Posts Published in October 2011

Giant Stainless Steel Leica Weighs 770lb

Step into the Foto Henny Hoogeveen Leica store in Lisse, the Netherlands, and you’ll be greeted by a giant stainless steel Leica camera that weighs a whopping 350kg (~772lb). The sculpture was crafted by Chinese artist Liao Yibai, and there are only three of them in existence. Besides the one found in the shop, the other two are owned by Leica itself and a distributor. The camera isn’t based on any one model, but is instead a hodgepodge of features found on the M6, M7, and M9.
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Canon 1D X Loses Autofocus When Max Aperture Smaller than f/5.6

Canon’s new 1D X is an impressive fusion of the old 1D and 1Ds lines, boasting state of the art sensor quality combined with impressive speed, but there’s one downside that may be a big disappointment to some photographers: the camera loses autofocus when used with lenses with a max aperture of f/8.

While there aren’t any Canon lenses that naturally have an f/8 maximum, adding a 1.4x extender to a f/5.6 lens or a 2x extender to a f/4 lens results in a lens with a max of f/8. If you’re planning on upgrading to a 1D X but need extended reach (e.g. you do bird photography), you may need to shell out some extra cash for a faster lens.

(via Arthur Morris via The Digital Picture)

Inception-esque Photo of a Street in Paris

A ‘vortograph’ is a photo taken using a triangular arrangement of three mirrors. The process was invented back in 1917 by an American photographer named Alvin Langdon Coburn. Photographer Simon Gardiner decided to try his hand at vortography, and created this beautiful Inception-esque photograph of the Champs-Élysées in Paris [using Photoshop].

From the sky down (via Colossal)


Update: As was pointed out by keen eyed PP readers, Gardiner actually relied on Photoshop for the effect seen in this example. We’ve updated the post to reflect this fact.


Image credit: Photograph by Simon Gardiner and used with permission

GoPro Announces the HD Hero2 with Twice the Power of the Original

GoPro has unveiled the HD Hero2, the followup to the highly popular HD Hero from 2009 that has been adopted by daredevils around the world. The new camera is similar in design but offers major upgrades: more angles of view (90°, 127°, and 170°), 11-megapixel still photos (up from 5MP) at 10fps, a helpful LCD display instead of a single character code system, a mini-HDMI port, and a faster sensor that allows for faster frame rates (e.g. 960p at 48fps, up from 30).

The Hero2 is available in three different kits (outdoor, motorsports, and surf) for $300, and the price of the old Hero has been reduced to $200.

A Closer Hands-On Look at the Lytro Light Field Camera

Here’s CNET’s introduction to the new Lytro camera. The square LCD screen on the back of the camera might be small, but it’s a touchscreen display that lets you play around with the focus directly in-camera rather than having to connect the device to a computer.

AllThingsD also has a video showing the camera being demoed at their conference last Thursday.

(via Doobybrain)

Epic Portraits Done with Light Painting

Photographer Dennis Calvert creates amazing light painting portraits that look more like video game illustrations than photographs.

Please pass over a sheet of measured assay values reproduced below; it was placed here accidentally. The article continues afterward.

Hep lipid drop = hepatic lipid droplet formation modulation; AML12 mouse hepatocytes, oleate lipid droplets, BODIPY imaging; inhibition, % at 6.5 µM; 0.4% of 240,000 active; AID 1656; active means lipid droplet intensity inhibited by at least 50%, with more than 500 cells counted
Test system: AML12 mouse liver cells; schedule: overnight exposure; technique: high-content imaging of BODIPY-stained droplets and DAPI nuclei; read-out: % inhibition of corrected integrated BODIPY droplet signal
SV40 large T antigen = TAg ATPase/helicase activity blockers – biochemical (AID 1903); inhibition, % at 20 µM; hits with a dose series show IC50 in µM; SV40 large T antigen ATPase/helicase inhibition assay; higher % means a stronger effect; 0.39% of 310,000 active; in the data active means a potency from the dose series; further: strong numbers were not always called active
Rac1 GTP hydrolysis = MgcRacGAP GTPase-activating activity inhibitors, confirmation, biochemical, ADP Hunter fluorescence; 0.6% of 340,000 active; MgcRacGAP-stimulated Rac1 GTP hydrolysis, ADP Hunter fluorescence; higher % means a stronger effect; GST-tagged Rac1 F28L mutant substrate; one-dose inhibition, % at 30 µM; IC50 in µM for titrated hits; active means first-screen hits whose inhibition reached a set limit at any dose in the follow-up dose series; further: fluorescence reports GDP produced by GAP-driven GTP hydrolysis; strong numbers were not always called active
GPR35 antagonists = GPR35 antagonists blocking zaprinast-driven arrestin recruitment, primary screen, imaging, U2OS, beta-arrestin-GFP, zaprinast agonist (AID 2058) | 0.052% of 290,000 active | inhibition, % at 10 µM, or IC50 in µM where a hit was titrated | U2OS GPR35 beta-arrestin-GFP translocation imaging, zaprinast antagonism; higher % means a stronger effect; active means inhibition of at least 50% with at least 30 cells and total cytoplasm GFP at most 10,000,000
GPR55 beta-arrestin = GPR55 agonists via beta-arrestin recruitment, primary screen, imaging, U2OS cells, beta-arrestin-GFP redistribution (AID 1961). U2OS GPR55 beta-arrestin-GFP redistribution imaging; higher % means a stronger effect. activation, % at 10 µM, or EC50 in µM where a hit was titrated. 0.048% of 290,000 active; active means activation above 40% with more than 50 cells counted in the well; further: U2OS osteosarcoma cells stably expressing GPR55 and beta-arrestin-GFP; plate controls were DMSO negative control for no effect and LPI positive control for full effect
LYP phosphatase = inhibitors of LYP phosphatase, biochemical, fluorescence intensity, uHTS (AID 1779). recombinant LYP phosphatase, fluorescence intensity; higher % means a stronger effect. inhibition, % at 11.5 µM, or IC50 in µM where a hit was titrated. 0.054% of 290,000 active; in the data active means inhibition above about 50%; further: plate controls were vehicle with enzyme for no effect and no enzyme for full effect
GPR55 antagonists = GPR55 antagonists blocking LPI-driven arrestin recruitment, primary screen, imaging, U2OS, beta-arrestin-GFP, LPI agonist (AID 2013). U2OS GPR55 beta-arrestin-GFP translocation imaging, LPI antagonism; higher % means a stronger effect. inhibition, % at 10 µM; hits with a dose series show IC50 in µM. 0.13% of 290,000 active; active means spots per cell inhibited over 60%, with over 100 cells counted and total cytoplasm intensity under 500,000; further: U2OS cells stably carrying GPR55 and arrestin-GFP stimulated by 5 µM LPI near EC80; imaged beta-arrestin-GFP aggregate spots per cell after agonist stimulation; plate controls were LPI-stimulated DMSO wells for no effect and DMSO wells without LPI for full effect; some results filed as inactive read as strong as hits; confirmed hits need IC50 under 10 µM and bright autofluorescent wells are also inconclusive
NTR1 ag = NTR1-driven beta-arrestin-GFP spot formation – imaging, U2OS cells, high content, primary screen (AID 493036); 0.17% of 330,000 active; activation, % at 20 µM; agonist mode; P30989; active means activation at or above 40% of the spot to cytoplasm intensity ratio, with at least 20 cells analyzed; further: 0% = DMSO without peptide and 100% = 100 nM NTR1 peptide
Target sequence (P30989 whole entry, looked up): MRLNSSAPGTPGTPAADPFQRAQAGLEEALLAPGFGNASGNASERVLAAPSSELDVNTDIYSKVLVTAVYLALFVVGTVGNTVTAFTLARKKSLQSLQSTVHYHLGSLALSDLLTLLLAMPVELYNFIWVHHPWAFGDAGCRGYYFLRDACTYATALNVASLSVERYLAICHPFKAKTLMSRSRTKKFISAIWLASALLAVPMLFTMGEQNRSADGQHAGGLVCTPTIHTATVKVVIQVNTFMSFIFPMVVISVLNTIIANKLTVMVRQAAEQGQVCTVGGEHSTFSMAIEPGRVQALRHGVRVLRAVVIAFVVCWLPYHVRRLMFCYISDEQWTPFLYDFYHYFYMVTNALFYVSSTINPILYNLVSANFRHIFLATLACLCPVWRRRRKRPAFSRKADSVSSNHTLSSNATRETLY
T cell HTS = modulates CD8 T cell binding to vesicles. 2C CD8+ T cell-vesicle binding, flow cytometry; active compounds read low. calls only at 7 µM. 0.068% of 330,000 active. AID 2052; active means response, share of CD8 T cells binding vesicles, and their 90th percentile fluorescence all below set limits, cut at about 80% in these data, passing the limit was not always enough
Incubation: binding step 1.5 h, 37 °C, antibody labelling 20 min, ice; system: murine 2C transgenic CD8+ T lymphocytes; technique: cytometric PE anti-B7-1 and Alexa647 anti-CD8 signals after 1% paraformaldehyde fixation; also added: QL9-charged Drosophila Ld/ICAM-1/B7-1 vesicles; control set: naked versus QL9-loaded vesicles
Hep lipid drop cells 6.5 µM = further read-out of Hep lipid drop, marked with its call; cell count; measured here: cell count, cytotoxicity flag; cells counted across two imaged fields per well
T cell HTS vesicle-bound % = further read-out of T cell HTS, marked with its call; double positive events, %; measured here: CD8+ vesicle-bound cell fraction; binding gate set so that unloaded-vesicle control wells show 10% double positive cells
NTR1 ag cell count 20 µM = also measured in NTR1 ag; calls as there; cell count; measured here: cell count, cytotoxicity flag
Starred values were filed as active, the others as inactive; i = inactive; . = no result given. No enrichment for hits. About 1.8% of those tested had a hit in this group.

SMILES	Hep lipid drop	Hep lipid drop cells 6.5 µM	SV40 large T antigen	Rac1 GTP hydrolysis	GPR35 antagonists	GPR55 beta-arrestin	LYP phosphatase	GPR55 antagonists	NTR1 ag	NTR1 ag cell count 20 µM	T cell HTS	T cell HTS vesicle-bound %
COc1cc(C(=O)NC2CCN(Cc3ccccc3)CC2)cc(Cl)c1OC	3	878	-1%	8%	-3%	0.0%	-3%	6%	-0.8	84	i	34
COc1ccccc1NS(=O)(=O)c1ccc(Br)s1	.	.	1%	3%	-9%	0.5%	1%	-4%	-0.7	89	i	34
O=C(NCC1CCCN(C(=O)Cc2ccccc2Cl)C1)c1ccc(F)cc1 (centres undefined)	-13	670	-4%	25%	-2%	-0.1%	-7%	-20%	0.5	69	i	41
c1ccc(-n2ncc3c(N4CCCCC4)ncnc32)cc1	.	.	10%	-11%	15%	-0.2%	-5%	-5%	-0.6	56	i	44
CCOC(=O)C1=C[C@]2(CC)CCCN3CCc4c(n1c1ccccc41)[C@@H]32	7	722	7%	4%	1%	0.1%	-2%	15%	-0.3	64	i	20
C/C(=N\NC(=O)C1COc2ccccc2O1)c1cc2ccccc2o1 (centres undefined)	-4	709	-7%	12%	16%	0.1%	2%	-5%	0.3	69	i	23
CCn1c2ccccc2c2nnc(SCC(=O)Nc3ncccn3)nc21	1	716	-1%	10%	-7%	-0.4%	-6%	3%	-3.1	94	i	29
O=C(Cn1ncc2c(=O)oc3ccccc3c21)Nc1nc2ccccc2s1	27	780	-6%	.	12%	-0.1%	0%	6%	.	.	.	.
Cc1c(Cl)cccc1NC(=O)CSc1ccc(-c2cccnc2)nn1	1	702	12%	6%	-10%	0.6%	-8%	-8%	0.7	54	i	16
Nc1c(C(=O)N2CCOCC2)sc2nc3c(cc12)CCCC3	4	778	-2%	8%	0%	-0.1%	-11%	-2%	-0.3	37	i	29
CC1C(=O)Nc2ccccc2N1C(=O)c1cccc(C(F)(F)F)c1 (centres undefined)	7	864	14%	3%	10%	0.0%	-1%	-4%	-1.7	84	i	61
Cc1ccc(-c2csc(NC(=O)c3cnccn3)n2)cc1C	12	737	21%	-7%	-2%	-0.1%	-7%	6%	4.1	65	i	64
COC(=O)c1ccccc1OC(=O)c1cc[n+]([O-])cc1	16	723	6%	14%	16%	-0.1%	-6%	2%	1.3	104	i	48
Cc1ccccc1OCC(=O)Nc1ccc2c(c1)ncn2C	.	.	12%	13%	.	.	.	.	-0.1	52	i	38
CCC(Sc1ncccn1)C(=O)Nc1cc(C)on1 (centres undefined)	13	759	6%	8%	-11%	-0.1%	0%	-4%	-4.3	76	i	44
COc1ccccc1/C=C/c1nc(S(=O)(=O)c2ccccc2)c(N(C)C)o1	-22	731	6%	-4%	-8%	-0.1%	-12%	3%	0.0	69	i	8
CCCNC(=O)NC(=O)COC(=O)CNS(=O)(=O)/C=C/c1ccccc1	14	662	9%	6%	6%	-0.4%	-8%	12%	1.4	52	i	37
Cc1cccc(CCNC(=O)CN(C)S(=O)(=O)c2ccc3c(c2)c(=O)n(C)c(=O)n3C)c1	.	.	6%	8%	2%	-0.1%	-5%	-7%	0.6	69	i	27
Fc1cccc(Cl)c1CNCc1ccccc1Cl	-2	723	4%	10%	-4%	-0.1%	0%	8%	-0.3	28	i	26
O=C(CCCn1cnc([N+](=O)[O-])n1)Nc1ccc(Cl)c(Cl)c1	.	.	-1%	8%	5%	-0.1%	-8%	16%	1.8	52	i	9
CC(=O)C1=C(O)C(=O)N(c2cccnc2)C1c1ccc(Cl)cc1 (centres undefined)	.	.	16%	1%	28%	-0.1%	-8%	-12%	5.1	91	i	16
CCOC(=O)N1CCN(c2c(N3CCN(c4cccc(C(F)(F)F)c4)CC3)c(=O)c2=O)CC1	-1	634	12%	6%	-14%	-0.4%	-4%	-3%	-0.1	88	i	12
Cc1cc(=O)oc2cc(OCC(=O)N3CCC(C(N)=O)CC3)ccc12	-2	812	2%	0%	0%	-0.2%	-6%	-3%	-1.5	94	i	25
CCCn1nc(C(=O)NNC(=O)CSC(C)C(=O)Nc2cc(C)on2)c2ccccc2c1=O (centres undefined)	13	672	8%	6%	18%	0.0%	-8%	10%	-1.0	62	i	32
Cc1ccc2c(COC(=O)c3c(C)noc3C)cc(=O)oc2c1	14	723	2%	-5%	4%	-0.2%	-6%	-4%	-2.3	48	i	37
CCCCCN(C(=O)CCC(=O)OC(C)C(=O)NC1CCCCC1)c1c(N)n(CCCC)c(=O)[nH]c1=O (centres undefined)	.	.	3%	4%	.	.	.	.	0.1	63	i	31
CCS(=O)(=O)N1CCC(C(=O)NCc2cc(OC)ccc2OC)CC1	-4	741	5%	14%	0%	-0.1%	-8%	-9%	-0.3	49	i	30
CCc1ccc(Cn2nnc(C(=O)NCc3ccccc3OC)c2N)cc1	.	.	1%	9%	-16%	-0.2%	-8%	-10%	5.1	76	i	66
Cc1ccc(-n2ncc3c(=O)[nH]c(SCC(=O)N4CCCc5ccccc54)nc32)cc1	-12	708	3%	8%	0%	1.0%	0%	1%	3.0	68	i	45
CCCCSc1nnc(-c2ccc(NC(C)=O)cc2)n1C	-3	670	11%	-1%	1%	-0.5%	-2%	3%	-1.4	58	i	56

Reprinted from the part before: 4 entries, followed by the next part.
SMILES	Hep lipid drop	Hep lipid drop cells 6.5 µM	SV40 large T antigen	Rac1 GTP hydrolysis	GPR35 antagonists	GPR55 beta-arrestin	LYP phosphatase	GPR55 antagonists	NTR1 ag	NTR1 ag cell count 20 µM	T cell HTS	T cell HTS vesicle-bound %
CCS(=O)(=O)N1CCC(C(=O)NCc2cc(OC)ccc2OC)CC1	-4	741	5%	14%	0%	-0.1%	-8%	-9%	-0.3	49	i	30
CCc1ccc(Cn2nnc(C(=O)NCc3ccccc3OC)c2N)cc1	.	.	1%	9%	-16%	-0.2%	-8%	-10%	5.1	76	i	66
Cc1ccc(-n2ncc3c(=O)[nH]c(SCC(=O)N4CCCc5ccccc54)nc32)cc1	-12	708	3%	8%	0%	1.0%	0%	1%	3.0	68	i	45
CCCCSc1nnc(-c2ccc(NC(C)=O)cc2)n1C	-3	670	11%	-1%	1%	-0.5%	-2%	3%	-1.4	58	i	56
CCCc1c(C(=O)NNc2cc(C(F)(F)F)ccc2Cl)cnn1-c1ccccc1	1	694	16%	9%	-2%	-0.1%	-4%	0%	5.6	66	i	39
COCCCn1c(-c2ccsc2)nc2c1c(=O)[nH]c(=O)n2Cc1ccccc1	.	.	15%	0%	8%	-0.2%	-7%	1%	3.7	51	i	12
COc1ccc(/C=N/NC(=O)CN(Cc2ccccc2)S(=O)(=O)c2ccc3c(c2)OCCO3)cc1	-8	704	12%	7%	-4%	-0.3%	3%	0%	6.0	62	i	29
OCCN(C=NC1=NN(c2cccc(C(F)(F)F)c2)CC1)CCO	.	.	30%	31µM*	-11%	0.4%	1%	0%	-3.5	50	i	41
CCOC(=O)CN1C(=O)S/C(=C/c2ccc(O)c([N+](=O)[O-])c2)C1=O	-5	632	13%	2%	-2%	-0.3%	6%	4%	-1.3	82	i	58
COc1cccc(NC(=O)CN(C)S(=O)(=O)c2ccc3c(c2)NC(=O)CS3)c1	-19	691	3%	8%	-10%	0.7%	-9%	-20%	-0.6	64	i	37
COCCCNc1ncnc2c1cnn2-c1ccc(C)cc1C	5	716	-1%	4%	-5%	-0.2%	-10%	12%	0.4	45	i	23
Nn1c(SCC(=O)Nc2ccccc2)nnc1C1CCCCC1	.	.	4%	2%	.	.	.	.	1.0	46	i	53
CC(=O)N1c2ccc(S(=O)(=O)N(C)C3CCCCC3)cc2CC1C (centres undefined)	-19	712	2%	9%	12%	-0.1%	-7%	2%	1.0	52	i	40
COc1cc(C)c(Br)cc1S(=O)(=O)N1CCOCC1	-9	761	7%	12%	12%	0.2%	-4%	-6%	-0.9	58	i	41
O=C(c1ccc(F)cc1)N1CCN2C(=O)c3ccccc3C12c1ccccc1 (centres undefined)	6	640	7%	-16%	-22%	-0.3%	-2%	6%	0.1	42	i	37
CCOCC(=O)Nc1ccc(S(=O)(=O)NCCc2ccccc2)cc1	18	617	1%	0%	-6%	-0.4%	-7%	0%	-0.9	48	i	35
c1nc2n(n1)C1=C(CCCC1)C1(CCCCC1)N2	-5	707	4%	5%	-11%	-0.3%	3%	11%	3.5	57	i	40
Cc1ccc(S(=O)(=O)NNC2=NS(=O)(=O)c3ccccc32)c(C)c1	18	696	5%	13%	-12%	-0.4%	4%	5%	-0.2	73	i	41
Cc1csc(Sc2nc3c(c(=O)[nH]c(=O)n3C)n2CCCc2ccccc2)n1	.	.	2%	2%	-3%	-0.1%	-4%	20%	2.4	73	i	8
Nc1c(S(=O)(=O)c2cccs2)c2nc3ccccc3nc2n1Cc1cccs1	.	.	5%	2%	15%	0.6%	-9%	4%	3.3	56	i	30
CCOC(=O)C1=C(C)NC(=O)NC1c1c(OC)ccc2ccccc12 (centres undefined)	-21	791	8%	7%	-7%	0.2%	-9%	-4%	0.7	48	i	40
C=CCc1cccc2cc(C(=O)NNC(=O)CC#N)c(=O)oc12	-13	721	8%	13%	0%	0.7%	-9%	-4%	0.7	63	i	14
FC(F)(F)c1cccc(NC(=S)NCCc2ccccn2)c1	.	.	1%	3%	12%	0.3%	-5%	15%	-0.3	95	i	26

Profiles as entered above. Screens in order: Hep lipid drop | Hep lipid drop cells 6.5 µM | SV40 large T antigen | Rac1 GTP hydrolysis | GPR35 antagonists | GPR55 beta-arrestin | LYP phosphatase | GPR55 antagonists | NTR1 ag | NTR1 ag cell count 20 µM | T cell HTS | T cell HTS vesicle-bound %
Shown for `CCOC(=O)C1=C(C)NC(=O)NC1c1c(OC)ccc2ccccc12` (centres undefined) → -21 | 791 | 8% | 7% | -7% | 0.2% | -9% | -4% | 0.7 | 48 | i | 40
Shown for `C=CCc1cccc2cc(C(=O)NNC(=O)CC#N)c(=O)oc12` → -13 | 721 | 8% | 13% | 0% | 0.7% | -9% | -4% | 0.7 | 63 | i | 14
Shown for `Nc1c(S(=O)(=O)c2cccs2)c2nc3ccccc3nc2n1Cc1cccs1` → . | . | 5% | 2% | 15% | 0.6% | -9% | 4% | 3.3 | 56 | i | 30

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MIOPS: Smartphone Controllable High Speed Camera Trigger

MIOPS is a new smartphone-controlled camera trigger that combines all of the features photographers want in a high-speed camera trigger into one convenient device.

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A Look At How Much the iPhone Camera Has Improved

Photographer Lisa Bettany has an interesting post over at Camera+ comparing the iPhone 4S camera to the cameras on each of the previous versions (and a couple other cameras as well). It’s an interesting look at how much cell phone cameras have improved since the original iPhone was announced at the beginning of 2007.
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Cute Photos of Not-So-Happy Babies

Photographs of happy babies are cute, but not-so-happy babies can also make for great photo subjects. Photographer Evan Kafka has a knack for capturing wonderful expressions of both varieties.
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Olympus Continues Freefall: Rumors of ‘Underworld Links’ and FBI Involvement

More news from the ongoing Olympus scandal: despite an official explanation issued by Olympus last week, the company’s stock has continued to plummet. It closed today at ¥1,099, down from around ¥2,500 before the crisis began. Investors are apparently spooked after a major Japanese newspaper suggested that the payments at the center of the controversy could have links to the criminal underworld (something the company has denied). The New York Times is reporting that the FBI is now involved in the investigation.

Bloomberg writes that Olympus’ stock price makes it an attractive option for a potential acquisition: the current price pegs Olympus’ market value at $3.85 billion, even though its medical-equipment business alone is worth $7.8 billion.


Image credit: Olympus E-510 test by idua_japan

Creative Stop-Motion Video Announcing a New Baby

Here’s a super-awesome way of using stop-motion photography to announce the birth of a new baby.

(via Fstoppers)